God values human life infinitely more than we do. Man was the only part of creation made in God’s own image (Genesis 1:27) and formed personally by Him rather than simply spoken into existence (Genesis 2:7). He loved those He made so deeply that He sent His one and only Son to die for their sins and restore their relationship with Him. Though He is the God of the universe, He cares for us (Psalm 8:4) and He continues to think loving thoughts about us (Psalm 139:17). We fail to love others like this every day. In our pride, we elevate ourselves over others because “we deserve it.”  In our selfishness, we dehumanize other people to justify exploiting them to get what we want. In our hardheartedness, we become callous and indifferent to the needs of hurting people around us. We attempt to explain away these sinful tendencies in a million ways, but God will have none of it. His heart for the marginalized saturates the pages of the Bible. He judges those that forget them or treat them poorly (Proverbs 21:13) and promises to come to their defense (Psalm 12:5).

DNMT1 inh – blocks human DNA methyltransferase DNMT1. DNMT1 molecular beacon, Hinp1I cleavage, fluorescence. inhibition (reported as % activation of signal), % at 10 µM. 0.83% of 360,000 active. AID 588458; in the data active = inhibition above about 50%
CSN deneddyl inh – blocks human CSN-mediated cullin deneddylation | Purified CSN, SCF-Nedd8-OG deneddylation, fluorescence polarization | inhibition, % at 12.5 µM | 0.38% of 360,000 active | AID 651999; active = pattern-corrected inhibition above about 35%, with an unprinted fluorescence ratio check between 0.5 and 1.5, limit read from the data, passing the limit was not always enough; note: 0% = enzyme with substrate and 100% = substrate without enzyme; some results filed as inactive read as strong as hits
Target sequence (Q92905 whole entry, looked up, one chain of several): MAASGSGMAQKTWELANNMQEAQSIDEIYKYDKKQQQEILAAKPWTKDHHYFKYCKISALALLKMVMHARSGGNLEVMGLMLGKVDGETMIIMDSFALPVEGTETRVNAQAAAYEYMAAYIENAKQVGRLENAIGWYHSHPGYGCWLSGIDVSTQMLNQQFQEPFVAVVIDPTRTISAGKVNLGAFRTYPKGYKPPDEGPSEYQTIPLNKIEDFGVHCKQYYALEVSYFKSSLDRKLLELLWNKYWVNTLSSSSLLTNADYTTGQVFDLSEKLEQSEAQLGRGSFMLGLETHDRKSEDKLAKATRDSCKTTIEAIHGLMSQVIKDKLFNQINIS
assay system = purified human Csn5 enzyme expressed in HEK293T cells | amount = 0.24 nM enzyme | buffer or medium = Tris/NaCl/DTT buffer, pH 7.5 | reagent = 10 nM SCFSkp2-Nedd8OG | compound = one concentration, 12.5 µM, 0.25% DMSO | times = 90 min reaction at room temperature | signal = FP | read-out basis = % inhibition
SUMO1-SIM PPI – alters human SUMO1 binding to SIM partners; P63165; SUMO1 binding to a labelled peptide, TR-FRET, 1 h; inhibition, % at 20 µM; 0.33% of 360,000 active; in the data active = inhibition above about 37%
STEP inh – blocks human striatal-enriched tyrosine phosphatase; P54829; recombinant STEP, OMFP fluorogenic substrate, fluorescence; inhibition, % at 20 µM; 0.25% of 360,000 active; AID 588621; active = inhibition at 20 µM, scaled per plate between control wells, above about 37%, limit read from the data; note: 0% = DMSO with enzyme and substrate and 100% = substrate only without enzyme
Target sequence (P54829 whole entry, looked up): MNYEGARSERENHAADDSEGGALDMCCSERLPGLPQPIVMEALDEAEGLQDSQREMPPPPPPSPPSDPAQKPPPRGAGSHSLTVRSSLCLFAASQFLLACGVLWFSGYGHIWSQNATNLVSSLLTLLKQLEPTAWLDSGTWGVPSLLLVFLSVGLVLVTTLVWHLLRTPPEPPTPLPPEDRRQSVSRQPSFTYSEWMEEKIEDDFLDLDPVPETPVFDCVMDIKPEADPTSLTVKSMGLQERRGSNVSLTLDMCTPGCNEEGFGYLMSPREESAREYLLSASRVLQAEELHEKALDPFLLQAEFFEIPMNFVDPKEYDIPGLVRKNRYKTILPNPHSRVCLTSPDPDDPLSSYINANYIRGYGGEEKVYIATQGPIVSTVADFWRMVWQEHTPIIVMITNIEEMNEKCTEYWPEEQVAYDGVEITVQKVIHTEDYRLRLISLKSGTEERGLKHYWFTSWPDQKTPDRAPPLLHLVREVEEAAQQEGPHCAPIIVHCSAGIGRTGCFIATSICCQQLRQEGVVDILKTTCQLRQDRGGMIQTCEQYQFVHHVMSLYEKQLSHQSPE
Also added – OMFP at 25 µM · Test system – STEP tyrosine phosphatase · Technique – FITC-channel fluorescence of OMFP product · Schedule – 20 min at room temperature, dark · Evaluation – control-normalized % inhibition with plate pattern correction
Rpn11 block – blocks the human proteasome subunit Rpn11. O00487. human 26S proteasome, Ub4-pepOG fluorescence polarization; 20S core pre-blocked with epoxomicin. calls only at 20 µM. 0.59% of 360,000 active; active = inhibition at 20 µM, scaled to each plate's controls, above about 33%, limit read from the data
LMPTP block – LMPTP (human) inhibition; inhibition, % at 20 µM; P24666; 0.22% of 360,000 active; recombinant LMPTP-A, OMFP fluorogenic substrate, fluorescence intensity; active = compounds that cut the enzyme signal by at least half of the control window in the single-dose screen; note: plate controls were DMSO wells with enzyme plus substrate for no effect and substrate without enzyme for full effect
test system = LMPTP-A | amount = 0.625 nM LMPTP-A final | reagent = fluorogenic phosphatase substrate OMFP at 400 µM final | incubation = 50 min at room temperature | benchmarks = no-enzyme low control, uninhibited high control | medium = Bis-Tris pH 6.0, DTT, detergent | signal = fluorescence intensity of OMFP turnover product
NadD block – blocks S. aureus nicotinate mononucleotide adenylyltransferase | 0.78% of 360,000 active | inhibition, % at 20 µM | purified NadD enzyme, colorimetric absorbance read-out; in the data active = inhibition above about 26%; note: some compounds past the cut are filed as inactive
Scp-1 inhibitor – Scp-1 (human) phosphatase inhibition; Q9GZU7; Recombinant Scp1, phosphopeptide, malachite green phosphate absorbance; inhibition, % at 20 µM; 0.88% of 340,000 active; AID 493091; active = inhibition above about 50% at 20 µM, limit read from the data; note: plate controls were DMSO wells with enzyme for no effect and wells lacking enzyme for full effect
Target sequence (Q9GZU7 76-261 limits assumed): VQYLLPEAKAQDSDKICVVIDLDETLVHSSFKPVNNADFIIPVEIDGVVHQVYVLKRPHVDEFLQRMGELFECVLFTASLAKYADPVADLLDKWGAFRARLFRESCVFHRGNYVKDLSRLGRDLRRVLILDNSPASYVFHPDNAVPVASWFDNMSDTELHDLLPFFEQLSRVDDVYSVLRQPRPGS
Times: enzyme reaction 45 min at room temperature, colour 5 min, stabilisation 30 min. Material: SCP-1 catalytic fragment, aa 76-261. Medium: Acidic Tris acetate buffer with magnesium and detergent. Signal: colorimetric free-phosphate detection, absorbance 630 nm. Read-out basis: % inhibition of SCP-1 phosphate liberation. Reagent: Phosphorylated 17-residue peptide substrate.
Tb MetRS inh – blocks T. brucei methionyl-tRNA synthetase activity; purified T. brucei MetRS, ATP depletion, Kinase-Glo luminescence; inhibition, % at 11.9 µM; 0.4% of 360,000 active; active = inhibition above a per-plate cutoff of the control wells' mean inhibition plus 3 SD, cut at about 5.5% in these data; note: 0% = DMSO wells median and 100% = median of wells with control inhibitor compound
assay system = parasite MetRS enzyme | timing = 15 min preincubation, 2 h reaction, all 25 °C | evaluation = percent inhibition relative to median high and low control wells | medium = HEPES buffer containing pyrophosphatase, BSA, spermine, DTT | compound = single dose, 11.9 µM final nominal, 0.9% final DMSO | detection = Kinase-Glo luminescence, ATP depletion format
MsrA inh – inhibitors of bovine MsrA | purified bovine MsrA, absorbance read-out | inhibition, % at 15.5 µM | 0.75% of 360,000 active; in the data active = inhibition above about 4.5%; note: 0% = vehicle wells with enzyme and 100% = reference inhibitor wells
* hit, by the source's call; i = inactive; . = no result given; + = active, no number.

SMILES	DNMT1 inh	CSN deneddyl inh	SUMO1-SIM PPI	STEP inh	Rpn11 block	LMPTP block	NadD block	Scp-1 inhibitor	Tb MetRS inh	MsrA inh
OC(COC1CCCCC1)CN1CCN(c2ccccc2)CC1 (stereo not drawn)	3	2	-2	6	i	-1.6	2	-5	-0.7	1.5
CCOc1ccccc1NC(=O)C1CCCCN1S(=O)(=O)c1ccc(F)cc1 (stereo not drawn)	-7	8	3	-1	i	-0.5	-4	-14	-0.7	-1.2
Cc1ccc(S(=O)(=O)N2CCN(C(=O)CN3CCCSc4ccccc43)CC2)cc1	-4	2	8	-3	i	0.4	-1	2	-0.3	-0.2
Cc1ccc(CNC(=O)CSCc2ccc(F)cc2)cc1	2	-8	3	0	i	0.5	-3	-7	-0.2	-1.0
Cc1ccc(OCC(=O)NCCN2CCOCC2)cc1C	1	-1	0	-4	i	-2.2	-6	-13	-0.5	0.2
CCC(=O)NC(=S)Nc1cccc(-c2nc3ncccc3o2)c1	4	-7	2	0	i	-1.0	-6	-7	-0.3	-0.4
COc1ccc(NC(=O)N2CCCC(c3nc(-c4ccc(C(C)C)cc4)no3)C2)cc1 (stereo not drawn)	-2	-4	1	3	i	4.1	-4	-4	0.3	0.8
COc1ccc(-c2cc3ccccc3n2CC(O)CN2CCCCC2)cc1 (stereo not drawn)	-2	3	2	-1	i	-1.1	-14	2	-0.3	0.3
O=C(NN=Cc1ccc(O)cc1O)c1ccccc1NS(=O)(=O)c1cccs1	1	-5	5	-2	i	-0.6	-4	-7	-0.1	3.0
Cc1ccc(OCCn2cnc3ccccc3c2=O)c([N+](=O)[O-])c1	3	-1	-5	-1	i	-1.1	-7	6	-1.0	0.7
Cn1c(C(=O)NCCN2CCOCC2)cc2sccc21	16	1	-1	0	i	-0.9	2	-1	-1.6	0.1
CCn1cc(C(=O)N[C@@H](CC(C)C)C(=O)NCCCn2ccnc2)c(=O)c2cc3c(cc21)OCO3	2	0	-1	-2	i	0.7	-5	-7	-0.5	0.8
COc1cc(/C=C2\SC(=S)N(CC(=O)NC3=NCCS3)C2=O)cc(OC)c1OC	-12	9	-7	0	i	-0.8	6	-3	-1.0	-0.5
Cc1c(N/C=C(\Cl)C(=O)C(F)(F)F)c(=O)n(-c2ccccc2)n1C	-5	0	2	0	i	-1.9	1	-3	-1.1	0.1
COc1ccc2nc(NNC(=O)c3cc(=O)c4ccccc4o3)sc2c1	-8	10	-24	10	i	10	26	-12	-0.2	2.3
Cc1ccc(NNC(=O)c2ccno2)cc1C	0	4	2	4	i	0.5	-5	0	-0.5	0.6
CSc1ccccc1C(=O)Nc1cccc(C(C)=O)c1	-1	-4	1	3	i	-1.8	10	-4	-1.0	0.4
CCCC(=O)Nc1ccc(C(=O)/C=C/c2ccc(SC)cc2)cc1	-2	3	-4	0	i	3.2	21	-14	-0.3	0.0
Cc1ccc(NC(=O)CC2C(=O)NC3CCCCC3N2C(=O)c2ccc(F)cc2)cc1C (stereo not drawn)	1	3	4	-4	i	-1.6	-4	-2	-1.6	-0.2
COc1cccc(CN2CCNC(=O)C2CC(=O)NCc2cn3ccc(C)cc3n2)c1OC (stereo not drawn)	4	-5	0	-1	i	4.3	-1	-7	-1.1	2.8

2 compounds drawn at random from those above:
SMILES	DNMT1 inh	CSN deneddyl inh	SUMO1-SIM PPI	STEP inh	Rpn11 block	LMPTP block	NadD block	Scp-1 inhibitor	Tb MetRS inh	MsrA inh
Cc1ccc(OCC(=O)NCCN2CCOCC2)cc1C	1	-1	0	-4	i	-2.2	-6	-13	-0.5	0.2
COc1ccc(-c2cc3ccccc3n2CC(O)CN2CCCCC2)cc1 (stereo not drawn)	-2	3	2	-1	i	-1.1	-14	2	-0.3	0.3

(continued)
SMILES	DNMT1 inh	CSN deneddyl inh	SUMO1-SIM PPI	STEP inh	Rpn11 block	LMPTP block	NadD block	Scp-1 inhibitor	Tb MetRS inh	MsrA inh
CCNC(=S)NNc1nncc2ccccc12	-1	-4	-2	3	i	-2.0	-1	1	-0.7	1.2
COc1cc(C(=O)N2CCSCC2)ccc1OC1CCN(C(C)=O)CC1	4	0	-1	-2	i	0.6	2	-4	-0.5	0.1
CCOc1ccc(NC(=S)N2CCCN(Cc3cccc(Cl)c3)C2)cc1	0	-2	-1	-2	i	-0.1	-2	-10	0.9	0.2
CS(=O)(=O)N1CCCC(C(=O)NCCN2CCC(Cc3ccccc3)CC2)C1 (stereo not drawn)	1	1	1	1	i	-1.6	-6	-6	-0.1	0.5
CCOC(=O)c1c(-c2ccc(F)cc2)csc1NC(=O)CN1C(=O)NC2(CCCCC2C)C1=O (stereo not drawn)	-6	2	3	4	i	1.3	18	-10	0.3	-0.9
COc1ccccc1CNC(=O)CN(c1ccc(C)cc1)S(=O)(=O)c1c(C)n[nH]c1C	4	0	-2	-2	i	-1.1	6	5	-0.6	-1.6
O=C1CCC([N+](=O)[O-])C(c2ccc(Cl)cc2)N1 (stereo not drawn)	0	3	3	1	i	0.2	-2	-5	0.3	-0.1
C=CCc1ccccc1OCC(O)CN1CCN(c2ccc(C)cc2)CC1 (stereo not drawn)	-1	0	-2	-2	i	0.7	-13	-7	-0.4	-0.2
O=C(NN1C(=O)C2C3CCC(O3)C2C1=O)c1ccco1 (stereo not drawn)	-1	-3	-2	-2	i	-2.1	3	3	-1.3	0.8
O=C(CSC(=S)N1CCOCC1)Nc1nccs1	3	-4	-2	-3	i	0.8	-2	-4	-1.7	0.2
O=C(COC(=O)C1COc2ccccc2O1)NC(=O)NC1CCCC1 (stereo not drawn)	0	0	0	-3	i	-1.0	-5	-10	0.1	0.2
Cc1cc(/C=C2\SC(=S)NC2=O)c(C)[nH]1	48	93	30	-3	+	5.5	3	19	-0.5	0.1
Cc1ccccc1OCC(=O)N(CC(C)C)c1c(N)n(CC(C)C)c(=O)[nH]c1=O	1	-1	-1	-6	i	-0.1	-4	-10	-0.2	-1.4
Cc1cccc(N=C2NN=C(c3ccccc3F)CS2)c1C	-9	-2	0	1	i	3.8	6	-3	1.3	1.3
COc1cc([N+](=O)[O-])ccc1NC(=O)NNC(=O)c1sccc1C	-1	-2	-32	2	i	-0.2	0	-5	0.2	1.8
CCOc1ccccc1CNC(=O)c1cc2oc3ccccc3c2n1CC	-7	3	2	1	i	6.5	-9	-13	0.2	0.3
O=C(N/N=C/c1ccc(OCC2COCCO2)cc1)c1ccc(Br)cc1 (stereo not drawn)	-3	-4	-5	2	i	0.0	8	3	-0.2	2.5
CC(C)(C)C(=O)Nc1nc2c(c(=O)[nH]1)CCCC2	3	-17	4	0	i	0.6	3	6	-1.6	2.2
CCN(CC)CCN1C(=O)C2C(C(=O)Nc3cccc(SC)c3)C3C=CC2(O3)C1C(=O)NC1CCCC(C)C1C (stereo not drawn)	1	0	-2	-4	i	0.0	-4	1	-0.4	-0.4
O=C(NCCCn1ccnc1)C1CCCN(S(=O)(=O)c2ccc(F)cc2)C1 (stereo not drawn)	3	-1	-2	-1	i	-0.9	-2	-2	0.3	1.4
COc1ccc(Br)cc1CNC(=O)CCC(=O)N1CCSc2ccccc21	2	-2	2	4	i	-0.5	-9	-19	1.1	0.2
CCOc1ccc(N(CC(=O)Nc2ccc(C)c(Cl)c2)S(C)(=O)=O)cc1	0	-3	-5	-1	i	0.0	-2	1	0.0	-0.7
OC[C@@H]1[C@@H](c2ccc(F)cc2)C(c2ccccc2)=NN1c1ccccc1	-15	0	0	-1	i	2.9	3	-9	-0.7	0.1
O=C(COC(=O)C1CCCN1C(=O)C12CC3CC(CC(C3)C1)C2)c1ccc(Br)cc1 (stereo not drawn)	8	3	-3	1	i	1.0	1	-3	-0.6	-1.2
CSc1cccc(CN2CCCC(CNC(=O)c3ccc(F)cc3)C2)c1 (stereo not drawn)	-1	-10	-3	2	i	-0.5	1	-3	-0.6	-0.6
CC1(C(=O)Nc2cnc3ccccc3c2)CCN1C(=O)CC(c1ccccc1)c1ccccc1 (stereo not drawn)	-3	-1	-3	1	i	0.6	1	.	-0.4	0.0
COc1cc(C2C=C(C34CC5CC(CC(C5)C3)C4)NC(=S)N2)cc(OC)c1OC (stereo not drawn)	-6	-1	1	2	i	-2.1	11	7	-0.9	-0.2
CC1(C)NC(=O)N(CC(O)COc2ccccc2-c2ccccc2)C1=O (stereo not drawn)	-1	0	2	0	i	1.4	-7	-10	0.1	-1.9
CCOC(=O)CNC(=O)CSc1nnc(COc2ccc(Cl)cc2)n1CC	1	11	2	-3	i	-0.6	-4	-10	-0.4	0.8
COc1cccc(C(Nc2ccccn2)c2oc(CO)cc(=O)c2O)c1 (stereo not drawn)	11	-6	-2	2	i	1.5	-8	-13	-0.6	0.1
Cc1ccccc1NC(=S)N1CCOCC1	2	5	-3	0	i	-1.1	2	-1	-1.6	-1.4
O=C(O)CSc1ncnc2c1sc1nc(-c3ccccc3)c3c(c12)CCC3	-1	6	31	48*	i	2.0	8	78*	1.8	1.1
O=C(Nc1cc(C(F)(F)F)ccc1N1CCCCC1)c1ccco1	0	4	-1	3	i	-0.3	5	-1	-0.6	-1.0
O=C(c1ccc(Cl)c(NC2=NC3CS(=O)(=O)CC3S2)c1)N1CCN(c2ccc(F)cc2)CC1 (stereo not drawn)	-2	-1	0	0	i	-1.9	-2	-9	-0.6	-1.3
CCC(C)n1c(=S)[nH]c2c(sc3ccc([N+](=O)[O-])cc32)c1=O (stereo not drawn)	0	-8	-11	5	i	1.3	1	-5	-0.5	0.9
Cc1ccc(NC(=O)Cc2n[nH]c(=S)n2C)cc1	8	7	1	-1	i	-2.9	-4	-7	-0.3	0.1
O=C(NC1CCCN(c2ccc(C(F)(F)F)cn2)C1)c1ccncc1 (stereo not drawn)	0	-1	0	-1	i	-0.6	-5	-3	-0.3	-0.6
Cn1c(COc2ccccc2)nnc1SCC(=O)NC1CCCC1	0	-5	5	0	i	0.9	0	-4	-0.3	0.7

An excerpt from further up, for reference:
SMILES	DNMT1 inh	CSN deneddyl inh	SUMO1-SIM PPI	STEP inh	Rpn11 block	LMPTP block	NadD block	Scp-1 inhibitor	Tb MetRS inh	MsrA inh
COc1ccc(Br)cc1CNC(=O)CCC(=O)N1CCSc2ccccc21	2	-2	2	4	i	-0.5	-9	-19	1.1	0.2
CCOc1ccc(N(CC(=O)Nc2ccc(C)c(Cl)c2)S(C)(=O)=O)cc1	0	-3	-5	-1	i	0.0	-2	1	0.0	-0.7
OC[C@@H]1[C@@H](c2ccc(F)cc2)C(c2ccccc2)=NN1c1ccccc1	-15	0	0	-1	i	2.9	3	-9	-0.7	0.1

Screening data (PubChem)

God's top two commandments—to love Him and love others—convey His priorities for us. Affirming human dignity is not a secondary task for the believer but an integral part of the Christian life. “The load, or weight, or burden of my neighbor’s glory should be laid daily on my back, a load so heavy that only humility can carry it, and the backs of the proud will be broken,” writes C.S. Lewis in The Weight of Glory. “...[I]t is with the awe and circumspection proper to them, that we should conduct all our dealings with one another, all friendships, all loves, all play, all politics.” He continues: